Hiroshi Fujiwara

The cult Japanese creative who sparked Louis Vuitton’s latest collaboration
Fashion | 28 April 2017

Today in London, Louis Vuitton is launching an exclusive preview of their capsule collection with Japanese streetwear legend and musician, Hiroshi Fujiwara, with a two-week pop-up at Harrods. 

Centred around a fictional band, the new line was realised in collaboration with Vuitton’s director of menswear, Kim Jones – a close friend of Fujiwara’s for over 20-years. Uniting references from Tokyo, New York and Paris, ‘Louis V and The Fragments’ (themed around a fictional band) encompasses their shared passion for sportswear silhouettes, graphic motifs and music. Standout pieces include college-style bomber jackets, degrade monogram shirts and playful accessories such as the Tokyo-Paris berets, retro patches and pins.

GALLERY

Fujiwara rose to fame in the late ‘80s as one of Tokyo’s first hip-hop DJs and with his clothing label, Goodenough. At the time, a music-obsessive Fujiwara had travelled to London and New York, where he immersed himself in the cities’ post-punk, hip-hop and skate scenes. The trip provided a revelation for Fujiwara who’s primary experience with style and fashion had mostly consisted of high-end modernist Japanese designers such as Rei Kawakubo, Issey Miyake, and Yohji Yamamoto. He discovered a new perspective on youth culture, finding a seamless world where music, fashion and art met.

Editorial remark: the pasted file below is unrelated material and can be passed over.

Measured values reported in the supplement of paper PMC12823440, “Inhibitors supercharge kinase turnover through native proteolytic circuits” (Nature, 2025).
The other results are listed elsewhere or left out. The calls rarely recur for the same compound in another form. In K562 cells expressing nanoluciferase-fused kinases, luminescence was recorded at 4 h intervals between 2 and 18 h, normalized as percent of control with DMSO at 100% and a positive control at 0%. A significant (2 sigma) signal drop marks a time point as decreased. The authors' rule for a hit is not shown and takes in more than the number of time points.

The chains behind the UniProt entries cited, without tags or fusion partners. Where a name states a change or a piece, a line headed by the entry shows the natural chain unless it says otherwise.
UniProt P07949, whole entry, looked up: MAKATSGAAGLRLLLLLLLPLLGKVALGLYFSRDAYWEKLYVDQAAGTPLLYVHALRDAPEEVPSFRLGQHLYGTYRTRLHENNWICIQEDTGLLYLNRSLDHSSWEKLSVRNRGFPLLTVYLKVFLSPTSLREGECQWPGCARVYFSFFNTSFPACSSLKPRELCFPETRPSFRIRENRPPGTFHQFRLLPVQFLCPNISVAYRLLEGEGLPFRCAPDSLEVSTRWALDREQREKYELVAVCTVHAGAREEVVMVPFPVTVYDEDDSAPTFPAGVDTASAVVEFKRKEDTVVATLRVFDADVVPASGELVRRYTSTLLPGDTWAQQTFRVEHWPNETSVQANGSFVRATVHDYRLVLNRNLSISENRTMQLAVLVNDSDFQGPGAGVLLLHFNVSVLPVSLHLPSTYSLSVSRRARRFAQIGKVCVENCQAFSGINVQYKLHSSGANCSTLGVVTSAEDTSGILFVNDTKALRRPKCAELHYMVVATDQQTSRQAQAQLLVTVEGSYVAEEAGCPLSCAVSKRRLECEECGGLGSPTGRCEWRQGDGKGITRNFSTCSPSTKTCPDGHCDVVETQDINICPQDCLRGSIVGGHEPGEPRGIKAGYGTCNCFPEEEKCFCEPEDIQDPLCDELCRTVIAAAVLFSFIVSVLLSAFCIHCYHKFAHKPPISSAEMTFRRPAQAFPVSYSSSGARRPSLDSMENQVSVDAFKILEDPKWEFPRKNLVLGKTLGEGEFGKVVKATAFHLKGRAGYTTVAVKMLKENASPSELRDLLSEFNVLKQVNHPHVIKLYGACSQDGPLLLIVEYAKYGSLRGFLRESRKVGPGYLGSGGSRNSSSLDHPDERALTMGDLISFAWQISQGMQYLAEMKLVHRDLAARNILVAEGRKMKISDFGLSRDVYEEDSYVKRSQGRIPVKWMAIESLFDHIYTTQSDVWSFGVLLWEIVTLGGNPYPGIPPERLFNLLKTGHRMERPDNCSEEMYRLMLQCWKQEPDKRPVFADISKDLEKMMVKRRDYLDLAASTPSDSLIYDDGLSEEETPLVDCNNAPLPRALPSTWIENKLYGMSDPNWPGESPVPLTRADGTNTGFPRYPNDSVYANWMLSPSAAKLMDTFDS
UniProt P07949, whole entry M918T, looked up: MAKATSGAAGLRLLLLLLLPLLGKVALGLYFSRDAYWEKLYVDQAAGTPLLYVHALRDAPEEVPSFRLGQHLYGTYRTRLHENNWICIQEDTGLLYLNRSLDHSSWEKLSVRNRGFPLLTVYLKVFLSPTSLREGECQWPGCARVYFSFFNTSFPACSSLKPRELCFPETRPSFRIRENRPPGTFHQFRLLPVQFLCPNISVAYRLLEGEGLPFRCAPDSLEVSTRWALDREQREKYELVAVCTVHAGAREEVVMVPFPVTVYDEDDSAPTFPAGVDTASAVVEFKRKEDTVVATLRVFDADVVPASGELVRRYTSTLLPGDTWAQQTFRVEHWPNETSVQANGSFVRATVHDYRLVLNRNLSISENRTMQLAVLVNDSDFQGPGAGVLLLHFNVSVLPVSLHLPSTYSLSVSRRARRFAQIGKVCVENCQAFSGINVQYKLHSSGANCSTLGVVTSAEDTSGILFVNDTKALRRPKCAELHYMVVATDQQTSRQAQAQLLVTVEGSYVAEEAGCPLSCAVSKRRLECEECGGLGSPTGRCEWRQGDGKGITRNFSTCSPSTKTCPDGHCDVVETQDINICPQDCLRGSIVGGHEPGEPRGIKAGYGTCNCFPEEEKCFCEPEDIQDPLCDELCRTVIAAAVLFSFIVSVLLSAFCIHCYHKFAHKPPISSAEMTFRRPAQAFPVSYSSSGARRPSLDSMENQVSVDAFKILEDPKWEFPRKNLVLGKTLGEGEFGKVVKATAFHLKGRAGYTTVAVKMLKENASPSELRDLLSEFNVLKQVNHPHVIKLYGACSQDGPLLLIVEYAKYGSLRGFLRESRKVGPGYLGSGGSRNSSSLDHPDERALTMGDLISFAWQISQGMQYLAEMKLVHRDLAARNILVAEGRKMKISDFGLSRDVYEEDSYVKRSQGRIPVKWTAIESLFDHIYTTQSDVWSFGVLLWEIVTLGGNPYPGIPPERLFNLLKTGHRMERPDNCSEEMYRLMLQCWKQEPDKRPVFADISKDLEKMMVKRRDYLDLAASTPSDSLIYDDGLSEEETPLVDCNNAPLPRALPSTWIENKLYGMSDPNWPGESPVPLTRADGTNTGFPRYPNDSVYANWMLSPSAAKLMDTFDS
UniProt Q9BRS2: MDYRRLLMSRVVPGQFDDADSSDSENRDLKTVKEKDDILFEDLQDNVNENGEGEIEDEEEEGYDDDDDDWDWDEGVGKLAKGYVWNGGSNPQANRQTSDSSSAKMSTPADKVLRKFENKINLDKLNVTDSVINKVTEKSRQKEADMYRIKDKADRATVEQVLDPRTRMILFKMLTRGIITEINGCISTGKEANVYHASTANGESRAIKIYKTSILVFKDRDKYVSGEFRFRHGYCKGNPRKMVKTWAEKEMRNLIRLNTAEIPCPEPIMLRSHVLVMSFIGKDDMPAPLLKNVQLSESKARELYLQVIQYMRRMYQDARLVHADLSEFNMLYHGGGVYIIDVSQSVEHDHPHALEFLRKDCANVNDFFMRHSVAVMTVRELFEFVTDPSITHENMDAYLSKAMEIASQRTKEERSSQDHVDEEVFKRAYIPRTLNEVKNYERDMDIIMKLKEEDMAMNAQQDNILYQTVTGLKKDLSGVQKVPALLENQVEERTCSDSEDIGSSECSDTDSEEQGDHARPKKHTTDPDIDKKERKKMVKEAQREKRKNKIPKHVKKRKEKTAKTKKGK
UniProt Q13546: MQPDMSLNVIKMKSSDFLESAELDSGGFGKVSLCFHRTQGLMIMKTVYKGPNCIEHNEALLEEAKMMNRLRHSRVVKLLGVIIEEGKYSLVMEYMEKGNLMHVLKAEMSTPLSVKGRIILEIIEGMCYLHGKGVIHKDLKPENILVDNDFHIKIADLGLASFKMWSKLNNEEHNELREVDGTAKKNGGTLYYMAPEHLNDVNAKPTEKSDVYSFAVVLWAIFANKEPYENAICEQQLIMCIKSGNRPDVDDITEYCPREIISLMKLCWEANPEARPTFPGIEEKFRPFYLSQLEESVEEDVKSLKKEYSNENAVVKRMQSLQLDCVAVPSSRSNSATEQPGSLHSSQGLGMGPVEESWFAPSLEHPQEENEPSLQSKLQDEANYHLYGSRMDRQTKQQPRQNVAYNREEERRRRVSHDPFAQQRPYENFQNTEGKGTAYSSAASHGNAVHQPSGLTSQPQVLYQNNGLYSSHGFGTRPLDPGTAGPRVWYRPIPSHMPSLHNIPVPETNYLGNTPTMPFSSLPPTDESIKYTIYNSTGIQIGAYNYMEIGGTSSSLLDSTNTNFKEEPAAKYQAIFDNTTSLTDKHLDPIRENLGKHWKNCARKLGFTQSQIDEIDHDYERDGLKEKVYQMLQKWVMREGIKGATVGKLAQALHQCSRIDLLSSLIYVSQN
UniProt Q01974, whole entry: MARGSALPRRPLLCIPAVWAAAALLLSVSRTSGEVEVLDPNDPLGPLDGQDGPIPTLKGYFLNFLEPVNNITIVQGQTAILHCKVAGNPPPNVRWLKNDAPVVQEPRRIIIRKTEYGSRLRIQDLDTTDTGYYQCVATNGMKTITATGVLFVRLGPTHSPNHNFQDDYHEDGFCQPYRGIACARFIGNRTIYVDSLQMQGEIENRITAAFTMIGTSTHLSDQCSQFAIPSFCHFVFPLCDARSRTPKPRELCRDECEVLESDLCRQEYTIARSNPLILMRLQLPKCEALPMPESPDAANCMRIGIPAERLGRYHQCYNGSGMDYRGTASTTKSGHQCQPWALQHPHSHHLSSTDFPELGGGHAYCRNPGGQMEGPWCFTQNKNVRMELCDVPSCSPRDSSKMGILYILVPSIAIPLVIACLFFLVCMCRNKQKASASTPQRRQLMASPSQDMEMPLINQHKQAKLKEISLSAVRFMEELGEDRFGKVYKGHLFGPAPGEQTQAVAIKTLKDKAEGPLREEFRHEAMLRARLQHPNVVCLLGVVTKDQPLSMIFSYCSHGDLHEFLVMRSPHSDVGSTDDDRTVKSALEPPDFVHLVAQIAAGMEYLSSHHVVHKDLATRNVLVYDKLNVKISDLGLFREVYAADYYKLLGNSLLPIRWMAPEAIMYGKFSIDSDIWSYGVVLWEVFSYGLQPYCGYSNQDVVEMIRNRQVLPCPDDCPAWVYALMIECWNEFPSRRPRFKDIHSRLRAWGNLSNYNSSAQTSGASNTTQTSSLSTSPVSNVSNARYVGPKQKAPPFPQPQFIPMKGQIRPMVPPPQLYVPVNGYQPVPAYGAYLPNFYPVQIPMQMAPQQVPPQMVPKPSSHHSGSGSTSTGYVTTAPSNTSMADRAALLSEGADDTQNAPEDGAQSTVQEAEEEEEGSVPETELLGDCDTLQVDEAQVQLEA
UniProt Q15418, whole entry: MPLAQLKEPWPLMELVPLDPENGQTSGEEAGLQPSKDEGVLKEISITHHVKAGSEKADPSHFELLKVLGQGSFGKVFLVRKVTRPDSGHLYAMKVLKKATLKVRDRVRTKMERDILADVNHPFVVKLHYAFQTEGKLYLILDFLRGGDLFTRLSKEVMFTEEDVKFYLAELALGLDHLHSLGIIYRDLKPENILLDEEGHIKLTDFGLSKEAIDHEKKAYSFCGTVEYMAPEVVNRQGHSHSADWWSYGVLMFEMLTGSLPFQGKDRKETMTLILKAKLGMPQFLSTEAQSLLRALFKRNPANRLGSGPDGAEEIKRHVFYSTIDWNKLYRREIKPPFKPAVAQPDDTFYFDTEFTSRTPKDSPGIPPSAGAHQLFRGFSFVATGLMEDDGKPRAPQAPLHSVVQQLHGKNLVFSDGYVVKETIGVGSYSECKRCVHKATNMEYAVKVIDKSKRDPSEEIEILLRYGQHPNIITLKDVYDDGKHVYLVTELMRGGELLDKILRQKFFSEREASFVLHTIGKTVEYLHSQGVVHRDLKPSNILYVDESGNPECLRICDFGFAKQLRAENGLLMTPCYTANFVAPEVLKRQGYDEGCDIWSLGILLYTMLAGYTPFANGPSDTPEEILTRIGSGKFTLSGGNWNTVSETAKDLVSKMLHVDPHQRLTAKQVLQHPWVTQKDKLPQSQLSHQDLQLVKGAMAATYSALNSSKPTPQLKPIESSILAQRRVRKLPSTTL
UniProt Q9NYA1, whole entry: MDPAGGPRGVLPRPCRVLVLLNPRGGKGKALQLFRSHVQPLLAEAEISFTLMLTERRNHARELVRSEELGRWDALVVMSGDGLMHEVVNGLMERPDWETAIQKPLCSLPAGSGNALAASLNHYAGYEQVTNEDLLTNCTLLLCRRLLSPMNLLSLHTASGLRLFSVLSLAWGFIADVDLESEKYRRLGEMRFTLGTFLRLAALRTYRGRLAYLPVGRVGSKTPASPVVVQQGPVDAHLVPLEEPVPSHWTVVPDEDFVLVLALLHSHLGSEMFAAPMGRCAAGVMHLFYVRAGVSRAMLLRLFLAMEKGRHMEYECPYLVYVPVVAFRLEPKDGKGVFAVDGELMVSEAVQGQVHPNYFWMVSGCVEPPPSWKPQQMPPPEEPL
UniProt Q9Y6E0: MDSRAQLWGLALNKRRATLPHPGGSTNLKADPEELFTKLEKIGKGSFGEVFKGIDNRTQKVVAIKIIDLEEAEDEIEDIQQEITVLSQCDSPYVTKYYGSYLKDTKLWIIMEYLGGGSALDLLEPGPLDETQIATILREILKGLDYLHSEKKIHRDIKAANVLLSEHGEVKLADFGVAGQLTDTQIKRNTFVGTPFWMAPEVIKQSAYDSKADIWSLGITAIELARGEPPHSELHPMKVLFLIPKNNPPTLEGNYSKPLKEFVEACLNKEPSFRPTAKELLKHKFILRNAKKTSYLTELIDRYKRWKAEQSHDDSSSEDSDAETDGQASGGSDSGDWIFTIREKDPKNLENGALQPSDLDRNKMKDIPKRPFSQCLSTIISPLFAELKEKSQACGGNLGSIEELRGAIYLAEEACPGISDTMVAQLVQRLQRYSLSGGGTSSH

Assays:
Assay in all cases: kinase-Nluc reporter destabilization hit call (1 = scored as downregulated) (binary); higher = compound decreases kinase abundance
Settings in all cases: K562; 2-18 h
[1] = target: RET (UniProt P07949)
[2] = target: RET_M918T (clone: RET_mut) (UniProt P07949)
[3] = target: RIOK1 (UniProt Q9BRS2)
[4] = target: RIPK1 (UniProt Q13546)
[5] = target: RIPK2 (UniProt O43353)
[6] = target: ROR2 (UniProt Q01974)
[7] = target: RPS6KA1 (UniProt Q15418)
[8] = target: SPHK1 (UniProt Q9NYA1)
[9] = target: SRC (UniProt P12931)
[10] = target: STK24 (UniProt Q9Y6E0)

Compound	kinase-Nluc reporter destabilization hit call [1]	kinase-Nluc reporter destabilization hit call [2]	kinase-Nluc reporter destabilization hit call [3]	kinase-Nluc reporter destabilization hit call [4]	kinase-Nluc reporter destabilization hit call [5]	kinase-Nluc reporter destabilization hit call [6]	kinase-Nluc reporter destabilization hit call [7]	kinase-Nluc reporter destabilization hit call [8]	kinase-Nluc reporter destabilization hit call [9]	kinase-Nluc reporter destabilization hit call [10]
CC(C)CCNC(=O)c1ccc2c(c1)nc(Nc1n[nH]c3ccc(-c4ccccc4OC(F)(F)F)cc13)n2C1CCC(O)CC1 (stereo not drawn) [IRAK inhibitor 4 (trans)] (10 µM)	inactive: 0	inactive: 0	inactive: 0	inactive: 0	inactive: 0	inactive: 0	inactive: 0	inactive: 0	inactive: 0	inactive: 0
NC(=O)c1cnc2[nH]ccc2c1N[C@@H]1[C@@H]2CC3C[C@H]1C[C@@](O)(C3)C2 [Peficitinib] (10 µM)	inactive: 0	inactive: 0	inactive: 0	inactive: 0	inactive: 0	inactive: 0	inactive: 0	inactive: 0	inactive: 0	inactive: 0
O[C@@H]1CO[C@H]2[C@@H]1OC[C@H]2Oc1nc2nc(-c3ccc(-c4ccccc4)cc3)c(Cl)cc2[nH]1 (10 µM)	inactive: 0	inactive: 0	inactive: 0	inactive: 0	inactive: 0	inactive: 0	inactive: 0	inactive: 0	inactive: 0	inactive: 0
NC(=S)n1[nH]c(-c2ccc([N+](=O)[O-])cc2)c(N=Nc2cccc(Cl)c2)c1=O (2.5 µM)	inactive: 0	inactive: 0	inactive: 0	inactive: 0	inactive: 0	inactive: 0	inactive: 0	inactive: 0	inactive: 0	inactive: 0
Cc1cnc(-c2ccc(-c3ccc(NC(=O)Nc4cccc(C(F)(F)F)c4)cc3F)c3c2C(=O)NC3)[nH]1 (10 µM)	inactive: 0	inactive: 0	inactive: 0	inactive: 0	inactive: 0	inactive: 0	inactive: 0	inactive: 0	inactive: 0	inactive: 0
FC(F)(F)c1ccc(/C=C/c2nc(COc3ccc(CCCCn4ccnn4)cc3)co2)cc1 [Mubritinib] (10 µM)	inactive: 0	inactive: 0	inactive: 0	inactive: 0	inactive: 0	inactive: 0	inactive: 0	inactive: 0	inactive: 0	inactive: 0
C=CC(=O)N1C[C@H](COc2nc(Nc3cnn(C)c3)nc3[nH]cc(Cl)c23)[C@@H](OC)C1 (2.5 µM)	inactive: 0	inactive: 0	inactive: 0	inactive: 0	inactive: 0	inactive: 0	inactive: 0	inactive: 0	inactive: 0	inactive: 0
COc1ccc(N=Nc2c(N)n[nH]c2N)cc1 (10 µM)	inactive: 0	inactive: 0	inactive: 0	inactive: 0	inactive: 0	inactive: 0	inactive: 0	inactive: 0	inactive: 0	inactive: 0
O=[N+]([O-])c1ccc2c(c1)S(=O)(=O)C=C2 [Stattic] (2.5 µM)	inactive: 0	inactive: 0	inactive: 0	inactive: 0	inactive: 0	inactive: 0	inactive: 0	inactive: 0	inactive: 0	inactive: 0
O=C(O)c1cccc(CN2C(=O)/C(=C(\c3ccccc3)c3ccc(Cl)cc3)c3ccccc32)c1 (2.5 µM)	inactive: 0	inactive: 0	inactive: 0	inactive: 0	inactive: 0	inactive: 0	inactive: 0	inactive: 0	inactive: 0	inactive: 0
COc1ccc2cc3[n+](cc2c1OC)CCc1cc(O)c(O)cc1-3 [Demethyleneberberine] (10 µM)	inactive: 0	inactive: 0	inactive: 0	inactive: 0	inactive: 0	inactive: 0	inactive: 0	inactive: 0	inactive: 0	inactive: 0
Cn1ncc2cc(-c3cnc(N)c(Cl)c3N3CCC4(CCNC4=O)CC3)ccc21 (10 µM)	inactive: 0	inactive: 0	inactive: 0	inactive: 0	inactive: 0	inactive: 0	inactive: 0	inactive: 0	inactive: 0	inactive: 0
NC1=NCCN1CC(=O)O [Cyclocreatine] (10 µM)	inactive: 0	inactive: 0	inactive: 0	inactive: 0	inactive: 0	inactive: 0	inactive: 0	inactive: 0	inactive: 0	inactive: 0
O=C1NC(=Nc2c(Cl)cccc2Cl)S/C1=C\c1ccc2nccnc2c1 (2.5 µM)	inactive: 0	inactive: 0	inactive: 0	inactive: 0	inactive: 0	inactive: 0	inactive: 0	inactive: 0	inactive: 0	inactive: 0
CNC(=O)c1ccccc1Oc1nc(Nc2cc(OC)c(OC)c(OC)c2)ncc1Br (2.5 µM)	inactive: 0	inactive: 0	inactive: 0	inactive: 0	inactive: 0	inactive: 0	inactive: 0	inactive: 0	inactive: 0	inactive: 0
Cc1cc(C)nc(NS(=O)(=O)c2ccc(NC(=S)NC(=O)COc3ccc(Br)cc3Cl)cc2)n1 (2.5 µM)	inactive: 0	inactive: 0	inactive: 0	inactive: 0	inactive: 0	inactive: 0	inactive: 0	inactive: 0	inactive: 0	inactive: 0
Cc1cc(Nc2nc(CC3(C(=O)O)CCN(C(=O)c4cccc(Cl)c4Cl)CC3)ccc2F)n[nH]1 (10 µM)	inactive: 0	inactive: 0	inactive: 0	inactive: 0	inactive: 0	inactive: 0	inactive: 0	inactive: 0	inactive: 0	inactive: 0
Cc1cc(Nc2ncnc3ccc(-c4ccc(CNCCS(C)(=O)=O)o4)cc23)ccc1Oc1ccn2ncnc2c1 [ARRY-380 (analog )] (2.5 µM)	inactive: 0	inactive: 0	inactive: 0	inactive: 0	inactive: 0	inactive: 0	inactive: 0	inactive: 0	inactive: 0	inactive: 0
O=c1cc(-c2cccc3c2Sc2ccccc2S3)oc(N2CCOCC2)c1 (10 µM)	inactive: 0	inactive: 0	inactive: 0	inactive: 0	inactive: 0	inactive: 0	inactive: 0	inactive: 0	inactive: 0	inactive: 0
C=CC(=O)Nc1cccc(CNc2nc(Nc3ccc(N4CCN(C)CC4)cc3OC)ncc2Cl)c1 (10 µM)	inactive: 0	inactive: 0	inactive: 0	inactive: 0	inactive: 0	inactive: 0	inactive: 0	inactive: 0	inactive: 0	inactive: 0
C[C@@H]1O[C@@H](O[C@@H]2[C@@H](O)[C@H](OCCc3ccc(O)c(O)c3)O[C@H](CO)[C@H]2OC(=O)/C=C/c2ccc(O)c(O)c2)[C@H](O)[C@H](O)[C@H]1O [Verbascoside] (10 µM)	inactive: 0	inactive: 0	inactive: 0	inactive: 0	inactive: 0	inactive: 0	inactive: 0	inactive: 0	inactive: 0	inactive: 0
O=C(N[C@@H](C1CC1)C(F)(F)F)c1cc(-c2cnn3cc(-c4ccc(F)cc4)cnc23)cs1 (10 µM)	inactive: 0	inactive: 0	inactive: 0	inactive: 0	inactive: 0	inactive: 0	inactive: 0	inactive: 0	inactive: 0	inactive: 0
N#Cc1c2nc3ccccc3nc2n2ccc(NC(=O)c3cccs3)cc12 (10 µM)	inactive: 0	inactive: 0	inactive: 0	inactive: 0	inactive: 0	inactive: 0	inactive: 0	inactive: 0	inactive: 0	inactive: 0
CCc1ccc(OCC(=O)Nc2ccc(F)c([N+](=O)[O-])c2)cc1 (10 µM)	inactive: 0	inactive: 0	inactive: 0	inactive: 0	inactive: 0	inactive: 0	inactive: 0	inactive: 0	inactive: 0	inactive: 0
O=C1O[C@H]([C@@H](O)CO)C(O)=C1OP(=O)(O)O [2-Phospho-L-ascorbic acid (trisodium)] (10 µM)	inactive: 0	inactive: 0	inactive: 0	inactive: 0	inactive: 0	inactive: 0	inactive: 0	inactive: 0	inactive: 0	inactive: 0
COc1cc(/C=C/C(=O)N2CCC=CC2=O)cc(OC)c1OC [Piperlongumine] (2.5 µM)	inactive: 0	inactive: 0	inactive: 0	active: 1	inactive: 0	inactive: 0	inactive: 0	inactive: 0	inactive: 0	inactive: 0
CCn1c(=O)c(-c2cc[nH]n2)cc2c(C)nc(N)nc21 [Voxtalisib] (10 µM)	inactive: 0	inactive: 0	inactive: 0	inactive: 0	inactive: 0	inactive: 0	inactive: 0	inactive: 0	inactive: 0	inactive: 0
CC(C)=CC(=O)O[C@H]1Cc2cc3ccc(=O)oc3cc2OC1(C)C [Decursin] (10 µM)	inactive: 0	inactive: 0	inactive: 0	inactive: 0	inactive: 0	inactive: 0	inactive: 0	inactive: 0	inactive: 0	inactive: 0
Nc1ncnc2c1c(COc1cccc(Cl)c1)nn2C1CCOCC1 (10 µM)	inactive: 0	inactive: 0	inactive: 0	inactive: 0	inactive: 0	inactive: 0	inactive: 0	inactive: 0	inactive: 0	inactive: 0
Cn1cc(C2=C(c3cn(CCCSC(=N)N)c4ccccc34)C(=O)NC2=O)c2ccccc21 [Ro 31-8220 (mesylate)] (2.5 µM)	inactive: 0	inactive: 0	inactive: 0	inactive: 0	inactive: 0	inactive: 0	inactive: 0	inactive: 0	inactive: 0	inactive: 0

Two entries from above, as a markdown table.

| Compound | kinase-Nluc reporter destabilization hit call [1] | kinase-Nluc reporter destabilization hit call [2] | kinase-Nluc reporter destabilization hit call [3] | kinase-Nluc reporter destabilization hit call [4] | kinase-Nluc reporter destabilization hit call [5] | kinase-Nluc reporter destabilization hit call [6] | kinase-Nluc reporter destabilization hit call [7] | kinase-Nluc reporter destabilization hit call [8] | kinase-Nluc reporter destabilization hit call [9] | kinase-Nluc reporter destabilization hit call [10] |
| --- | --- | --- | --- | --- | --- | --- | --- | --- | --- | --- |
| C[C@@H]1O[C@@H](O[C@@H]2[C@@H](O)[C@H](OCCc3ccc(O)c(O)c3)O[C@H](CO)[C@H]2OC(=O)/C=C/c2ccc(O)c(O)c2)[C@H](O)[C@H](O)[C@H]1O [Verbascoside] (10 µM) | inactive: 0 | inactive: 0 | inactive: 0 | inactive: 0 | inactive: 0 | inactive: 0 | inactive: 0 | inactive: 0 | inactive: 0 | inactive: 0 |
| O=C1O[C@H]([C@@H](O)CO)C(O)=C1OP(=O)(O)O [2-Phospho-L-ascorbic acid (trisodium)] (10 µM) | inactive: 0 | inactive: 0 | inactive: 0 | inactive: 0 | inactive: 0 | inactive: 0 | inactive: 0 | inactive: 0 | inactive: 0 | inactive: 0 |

Inspired, the budding DJ hooked up with label, Major Force and started playing hip-hop records at gigs, and began wearing Western skate brands. Fujiwara’s cultural imports played an integral role in the emergence of Ura-Harajuku fashion and skate culture in the region, his label immediately achieved cult status and ultimately changed the face of street style in Japan. He subsequently went on to mentor Jun Takahashi, who would go on to found the avant-garde label Undercover, and Nigo, who would launch his own line, A Bathing Ape, and he carved a career as a producer specialising in remixes. Fujiwara now runs Fragment Design, known for its high fashion streetwear and insanely hyped collaborations, with fans lining up on a regular basis for the latest sneaker drops and luxe t-shirts.

Coming full circle, the collaboration is also a natural evolution from Vuitton’s last menswear offering, which tapped into the styles and layers of NYC subcultural history.

Tokyo has often been a source of inspiration for Jones, as seen in his FW15 collection, which paid tribute to the late Christopher Nemeth and the city’s Harajuku 80s and 90s fashion scene – the same youth tribes that Fujiwara was at the centre of. Coming full circle, the collaboration is also a natural evolution from Vuitton’s last menswear offering, which tapped into the styles and layers of NYC subcultural history. Jones drew from the Keith Haring and Jean Michel Basquiat years, the same era that Fujiwara debuted to Japanese audiences and that has come to define his work since.

Louis Vuitton x Hiroshi Fujiwara

Louis Vuitton x Hiroshi Fujiwara

The Louis Vuitton x Fragment pop-up boutique is now open at Harrods on Brompton Road in Knightsbridge, London. 

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